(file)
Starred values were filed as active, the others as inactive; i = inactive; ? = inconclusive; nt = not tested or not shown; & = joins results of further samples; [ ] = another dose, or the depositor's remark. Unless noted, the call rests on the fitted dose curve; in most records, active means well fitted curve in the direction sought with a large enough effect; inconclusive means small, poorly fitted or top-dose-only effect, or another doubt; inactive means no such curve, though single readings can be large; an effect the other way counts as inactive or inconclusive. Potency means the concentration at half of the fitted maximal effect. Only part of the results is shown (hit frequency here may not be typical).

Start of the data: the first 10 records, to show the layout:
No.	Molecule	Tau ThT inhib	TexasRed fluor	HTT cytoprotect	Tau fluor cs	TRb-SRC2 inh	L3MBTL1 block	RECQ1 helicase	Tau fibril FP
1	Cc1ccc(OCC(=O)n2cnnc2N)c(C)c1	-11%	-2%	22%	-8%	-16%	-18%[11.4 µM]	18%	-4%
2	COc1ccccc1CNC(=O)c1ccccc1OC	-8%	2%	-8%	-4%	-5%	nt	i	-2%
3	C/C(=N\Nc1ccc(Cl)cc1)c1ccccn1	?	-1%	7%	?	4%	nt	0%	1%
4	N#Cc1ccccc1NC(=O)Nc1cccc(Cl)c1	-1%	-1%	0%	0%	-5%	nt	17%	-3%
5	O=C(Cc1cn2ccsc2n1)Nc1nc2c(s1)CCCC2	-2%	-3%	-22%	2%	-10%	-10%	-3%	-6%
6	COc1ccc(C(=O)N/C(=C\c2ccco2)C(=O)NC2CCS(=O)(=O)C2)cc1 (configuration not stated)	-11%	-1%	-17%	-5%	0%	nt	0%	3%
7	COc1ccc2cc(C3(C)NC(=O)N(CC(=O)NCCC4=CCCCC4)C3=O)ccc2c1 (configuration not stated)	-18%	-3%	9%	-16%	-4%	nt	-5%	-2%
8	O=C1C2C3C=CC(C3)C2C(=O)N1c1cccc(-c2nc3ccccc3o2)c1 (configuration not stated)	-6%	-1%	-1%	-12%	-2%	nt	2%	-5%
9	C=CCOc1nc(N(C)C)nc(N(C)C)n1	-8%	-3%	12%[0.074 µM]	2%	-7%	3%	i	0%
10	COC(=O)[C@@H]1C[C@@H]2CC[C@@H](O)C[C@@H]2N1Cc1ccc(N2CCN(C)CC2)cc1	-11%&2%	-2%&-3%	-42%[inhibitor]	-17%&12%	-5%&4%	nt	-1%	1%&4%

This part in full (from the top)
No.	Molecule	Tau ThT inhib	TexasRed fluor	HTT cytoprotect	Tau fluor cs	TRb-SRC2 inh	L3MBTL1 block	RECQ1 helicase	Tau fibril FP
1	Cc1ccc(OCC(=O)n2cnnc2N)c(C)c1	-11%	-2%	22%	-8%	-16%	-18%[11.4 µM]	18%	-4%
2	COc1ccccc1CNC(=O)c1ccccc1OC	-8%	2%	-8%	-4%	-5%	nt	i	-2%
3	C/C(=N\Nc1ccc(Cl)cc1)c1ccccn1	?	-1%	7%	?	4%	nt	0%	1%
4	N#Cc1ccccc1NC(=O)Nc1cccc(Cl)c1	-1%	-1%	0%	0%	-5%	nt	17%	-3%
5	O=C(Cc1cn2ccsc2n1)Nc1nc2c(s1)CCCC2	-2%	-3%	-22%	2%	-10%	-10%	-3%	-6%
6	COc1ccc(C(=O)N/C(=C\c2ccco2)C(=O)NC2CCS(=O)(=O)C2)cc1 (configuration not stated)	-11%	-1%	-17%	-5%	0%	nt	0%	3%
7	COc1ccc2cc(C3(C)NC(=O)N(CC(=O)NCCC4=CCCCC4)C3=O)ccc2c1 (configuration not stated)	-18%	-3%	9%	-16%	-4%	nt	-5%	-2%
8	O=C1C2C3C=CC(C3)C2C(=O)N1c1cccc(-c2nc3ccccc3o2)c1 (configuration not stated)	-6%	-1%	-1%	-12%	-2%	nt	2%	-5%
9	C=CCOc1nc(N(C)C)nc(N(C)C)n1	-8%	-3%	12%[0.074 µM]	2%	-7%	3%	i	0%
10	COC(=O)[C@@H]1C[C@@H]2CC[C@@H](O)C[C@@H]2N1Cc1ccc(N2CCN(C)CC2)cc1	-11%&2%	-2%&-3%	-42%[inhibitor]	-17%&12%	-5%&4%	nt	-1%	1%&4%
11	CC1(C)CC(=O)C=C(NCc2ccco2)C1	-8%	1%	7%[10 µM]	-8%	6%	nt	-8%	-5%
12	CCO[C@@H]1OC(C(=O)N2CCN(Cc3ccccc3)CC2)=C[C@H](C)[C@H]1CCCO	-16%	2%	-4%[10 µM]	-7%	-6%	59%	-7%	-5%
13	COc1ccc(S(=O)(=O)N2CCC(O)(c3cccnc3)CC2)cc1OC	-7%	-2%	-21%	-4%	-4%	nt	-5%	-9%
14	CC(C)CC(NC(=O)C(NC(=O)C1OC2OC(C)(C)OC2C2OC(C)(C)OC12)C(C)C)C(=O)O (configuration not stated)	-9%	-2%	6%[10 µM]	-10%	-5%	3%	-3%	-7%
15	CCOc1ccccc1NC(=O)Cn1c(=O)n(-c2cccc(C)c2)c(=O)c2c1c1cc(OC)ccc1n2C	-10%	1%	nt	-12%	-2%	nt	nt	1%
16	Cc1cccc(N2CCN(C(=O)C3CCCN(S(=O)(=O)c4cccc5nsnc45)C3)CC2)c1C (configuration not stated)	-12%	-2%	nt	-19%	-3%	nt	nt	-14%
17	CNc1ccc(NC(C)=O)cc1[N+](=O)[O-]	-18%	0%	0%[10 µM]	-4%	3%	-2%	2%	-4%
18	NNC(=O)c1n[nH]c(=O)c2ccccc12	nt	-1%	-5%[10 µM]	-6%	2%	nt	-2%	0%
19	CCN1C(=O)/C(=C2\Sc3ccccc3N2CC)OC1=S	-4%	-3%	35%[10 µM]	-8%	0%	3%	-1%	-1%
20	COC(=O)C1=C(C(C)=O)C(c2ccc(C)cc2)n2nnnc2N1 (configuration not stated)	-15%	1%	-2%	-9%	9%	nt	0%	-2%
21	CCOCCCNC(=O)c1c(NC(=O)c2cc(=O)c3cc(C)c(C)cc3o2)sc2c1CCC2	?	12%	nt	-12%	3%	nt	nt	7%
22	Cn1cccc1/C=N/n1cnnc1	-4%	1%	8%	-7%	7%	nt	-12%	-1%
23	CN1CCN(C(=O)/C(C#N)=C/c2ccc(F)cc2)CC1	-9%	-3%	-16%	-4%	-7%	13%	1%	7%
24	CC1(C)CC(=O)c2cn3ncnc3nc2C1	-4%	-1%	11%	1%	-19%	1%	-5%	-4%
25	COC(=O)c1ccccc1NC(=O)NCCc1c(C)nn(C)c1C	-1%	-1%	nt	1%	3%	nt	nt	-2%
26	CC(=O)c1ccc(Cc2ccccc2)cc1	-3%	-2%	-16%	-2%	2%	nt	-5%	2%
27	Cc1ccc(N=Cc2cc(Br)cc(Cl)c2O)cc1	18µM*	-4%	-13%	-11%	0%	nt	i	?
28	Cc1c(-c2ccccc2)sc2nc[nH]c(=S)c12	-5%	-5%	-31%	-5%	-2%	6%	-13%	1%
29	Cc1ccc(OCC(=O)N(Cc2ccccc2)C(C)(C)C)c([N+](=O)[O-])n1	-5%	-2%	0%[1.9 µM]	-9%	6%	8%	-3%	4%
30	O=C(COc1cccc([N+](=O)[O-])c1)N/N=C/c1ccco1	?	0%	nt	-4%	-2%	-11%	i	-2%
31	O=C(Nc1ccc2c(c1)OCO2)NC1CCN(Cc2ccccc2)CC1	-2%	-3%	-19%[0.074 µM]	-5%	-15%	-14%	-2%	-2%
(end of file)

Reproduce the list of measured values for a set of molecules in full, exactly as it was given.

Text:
Starred values were filed as active, the others as inactive; i = inactive; ? = inconclusive; nt = not tested or not shown; & = joins results of further samples; [ ] = another dose, or the depositor's remark. Unless noted, the call rests on the fitted dose curve; in most records, active means well fitted curve in the direction sought with a large enough effect; inconclusive means small, poorly fitted or top-dose-only effect, or another doubt; inactive means no such curve, though single readings can be large; an effect the other way counts as inactive or inconclusive. Potency means the concentration at half of the fitted maximal effect. Only part of the results is shown (hit frequency here may not be typical).

Start of the data: the first 10 records, to show the layout:
No.	Molecule	Tau ThT inhib	TexasRed fluor	HTT cytoprotect	Tau fluor cs	TRb-SRC2 inh	L3MBTL1 block	RECQ1 helicase	Tau fibril FP
1	Cc1ccc(OCC(=O)n2cnnc2N)c(C)c1	-11%	-2%	22%	-8%	-16%	-18%[11.4 µM]	18%	-4%
2	COc1ccccc1CNC(=O)c1ccccc1OC	-8%	2%	-8%	-4%	-5%	nt	i	-2%
3	C/C(=N\Nc1ccc(Cl)cc1)c1ccccn1	?	-1%	7%	?	4%	nt	0%	1%
4	N#Cc1ccccc1NC(=O)Nc1cccc(Cl)c1	-1%	-1%	0%	0%	-5%	nt	17%	-3%
5	O=C(Cc1cn2ccsc2n1)Nc1nc2c(s1)CCCC2	-2%	-3%	-22%	2%	-10%	-10%	-3%	-6%
6	COc1ccc(C(=O)N/C(=C\c2ccco2)C(=O)NC2CCS(=O)(=O)C2)cc1 (configuration not stated)	-11%	-1%	-17%	-5%	0%	nt	0%	3%
7	COc1ccc2cc(C3(C)NC(=O)N(CC(=O)NCCC4=CCCCC4)C3=O)ccc2c1 (configuration not stated)	-18%	-3%	9%	-16%	-4%	nt	-5%	-2%
8	O=C1C2C3C=CC(C3)C2C(=O)N1c1cccc(-c2nc3ccccc3o2)c1 (configuration not stated)	-6%	-1%	-1%	-12%	-2%	nt	2%	-5%
9	C=CCOc1nc(N(C)C)nc(N(C)C)n1	-8%	-3%	12%[0.074 µM]	2%	-7%	3%	i	0%
10	COC(=O)[C@@H]1C[C@@H]2CC[C@@H](O)C[C@@H]2N1Cc1ccc(N2CCN(C)CC2)cc1	-11%&2%	-2%&-3%	-42%[inhibitor]	-17%&12%	-5%&4%	nt	-1%	1%&4%

This part in full (from the top)
No.	Molecule	Tau ThT inhib	TexasRed fluor	HTT cytoprotect	Tau fluor cs	TRb-SRC2 inh	L3MBTL1 block	RECQ1 helicase	Tau fibril FP
1	Cc1ccc(OCC(=O)n2cnnc2N)c(C)c1	-11%	-2%	22%	-8%	-16%	-18%[11.4 µM]	18%	-4%
2	COc1ccccc1CNC(=O)c1ccccc1OC	-8%	2%	-8%	-4%	-5%	nt	i	-2%
3	C/C(=N\Nc1ccc(Cl)cc1)c1ccccn1	?	-1%	7%	?	4%	nt	0%	1%
4	N#Cc1ccccc1NC(=O)Nc1cccc(Cl)c1	-1%	-1%	0%	0%	-5%	nt	17%	-3%
5	O=C(Cc1cn2ccsc2n1)Nc1nc2c(s1)CCCC2	-2%	-3%	-22%	2%	-10%	-10%	-3%	-6%
6	COc1ccc(C(=O)N/C(=C\c2ccco2)C(=O)NC2CCS(=O)(=O)C2)cc1 (configuration not stated)	-11%	-1%	-17%	-5%	0%	nt	0%	3%
7	COc1ccc2cc(C3(C)NC(=O)N(CC(=O)NCCC4=CCCCC4)C3=O)ccc2c1 (configuration not stated)	-18%	-3%	9%	-16%	-4%	nt	-5%	-2%
8	O=C1C2C3C=CC(C3)C2C(=O)N1c1cccc(-c2nc3ccccc3o2)c1 (configuration not stated)	-6%	-1%	-1%	-12%	-2%	nt	2%	-5%
9	C=CCOc1nc(N(C)C)nc(N(C)C)n1	-8%	-3%	12%[0.074 µM]	2%	-7%	3%	i	0%
10	COC(=O)[C@@H]1C[C@@H]2CC[C@@H](O)C[C@@H]2N1Cc1ccc(N2CCN(C)CC2)cc1	-11%&2%	-2%&-3%	-42%[inhibitor]	-17%&12%	-5%&4%	nt	-1%	1%&4%
11	CC1(C)CC(=O)C=C(NCc2ccco2)C1	-8%	1%	7%[10 µM]	-8%	6%	nt	-8%	-5%
12	CCO[C@@H]1OC(C(=O)N2CCN(Cc3ccccc3)CC2)=C[C@H](C)[C@H]1CCCO	-16%	2%	-4%[10 µM]	-7%	-6%	59%	-7%	-5%
13	COc1ccc(S(=O)(=O)N2CCC(O)(c3cccnc3)CC2)cc1OC	-7%	-2%	-21%	-4%	-4%	nt	-5%	-9%
14	CC(C)CC(NC(=O)C(NC(=O)C1OC2OC(C)(C)OC2C2OC(C)(C)OC12)C(C)C)C(=O)O (configuration not stated)	-9%	-2%	6%[10 µM]	-10%	-5%	3%	-3%	-7%
15	CCOc1ccccc1NC(=O)Cn1c(=O)n(-c2cccc(C)c2)c(=O)c2c1c1cc(OC)ccc1n2C	-10%	1%	nt	-12%	-2%	nt	nt	1%
16	Cc1cccc(N2CCN(C(=O)C3CCCN(S(=O)(=O)c4cccc5nsnc45)C3)CC2)c1C (configuration not stated)	-12%	-2%	nt	-19%	-3%	nt	nt	-14%
17	CNc1ccc(NC(C)=O)cc1[N+](=O)[O-]	-18%	0%	0%[10 µM]	-4%	3%	-2%	2%	-4%
18	NNC(=O)c1n[nH]c(=O)c2ccccc12	nt	-1%	-5%[10 µM]	-6%	2%	nt	-2%	0%
19	CCN1C(=O)/C(=C2\Sc3ccccc3N2CC)OC1=S	-4%	-3%	35%[10 µM]	-8%	0%	3%	-1%	-1%
20	COC(=O)C1=C(C(C)=O)C(c2ccc(C)cc2)n2nnnc2N1 (configuration not stated)	-15%	1%	-2%	-9%	9%	nt	0%	-2%
21	CCOCCCNC(=O)c1c(NC(=O)c2cc(=O)c3cc(C)c(C)cc3o2)sc2c1CCC2	?	12%	nt	-12%	3%	nt	nt	7%
22	Cn1cccc1/C=N/n1cnnc1	-4%	1%	8%	-7%	7%	nt	-12%	-1%
23	CN1CCN(C(=O)/C(C#N)=C/c2ccc(F)cc2)CC1	-9%	-3%	-16%	-4%	-7%	13%	1%	7%
24	CC1(C)CC(=O)c2cn3ncnc3nc2C1	-4%	-1%	11%	1%	-19%	1%	-5%	-4%
25	COC(=O)c1ccccc1NC(=O)NCCc1c(C)nn(C)c1C	-1%	-1%	nt	1%	3%	nt	nt	-2%
26	CC(=O)c1ccc(Cc2ccccc2)cc1	-3%	-2%	-16%	-2%	2%	nt	-5%	2%
27	Cc1ccc(N=Cc2cc(Br)cc(Cl)c2O)cc1	18µM*	-4%	-13%	-11%	0%	nt	i	?
28	Cc1c(-c2ccccc2)sc2nc[nH]c(=S)c12	-5%	-5%	-31%	-5%	-2%	6%	-13%	1%
29	Cc1ccc(OCC(=O)N(Cc2ccccc2)C(C)(C)C)c([N+](=O)[O-])n1	-5%	-2%	0%[1.9 µM]	-9%	6%	8%	-3%	4%
30	O=C(COc1cccc([N+](=O)[O-])c1)N/N=C/c1ccco1	?	0%	nt	-4%	-2%	-11%	i	-2%
31	O=C(Nc1ccc2c(c1)OCO2)NC1CCN(Cc2ccccc2)CC1	-2%	-3%	-19%[0.074 µM]	-5%	-15%	-14%	-2%	-2%